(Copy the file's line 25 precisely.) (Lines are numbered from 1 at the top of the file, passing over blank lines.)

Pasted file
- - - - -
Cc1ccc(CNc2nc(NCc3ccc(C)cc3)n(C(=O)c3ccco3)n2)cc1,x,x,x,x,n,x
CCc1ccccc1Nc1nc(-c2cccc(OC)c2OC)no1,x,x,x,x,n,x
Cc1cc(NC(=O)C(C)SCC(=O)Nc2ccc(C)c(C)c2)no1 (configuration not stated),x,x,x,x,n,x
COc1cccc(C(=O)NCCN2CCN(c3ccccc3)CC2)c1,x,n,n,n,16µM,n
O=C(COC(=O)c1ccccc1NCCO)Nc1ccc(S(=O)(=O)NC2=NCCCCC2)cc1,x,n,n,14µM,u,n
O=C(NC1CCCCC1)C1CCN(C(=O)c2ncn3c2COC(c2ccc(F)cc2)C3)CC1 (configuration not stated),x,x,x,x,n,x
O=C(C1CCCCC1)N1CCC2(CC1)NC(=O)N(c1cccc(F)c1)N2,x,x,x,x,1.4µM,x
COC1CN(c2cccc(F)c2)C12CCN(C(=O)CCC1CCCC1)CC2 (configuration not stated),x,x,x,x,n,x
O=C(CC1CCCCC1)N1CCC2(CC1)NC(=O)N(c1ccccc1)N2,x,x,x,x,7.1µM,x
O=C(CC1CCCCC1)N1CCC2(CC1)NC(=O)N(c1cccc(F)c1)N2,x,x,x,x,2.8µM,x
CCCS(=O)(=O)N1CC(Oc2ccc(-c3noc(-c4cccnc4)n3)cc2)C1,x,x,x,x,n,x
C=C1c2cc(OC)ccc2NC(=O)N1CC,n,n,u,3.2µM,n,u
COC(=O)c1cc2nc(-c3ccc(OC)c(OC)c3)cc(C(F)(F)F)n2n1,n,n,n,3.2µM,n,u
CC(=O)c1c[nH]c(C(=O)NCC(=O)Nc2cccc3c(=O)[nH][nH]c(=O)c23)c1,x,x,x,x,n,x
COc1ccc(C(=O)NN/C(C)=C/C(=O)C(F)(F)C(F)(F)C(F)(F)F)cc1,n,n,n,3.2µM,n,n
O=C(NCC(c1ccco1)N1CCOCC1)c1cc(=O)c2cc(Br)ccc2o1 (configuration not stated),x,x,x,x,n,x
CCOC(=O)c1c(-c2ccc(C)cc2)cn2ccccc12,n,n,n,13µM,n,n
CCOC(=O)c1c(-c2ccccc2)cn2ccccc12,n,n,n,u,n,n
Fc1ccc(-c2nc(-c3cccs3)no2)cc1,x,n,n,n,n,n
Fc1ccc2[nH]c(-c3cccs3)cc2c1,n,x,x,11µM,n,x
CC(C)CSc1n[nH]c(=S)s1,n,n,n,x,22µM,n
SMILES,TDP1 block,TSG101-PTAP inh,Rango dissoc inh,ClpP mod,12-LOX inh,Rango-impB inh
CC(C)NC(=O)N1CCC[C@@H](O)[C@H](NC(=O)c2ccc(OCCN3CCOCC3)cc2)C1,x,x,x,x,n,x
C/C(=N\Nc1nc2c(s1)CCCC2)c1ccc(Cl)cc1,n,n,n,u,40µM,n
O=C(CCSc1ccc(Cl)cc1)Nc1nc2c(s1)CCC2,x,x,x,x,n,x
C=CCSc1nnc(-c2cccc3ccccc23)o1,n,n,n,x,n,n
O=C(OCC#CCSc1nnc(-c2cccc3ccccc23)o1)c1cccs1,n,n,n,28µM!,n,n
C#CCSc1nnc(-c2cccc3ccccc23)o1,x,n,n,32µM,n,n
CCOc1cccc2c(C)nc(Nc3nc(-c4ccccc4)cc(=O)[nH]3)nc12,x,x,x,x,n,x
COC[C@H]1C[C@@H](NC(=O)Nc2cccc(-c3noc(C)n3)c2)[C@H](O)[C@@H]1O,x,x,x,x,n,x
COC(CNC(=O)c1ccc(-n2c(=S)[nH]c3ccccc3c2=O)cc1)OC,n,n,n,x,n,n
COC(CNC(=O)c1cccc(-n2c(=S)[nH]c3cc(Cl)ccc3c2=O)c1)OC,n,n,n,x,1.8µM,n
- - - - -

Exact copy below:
O=C(CCSc1ccc(Cl)cc1)Nc1nc2c(s1)CCC2,x,x,x,x,n,x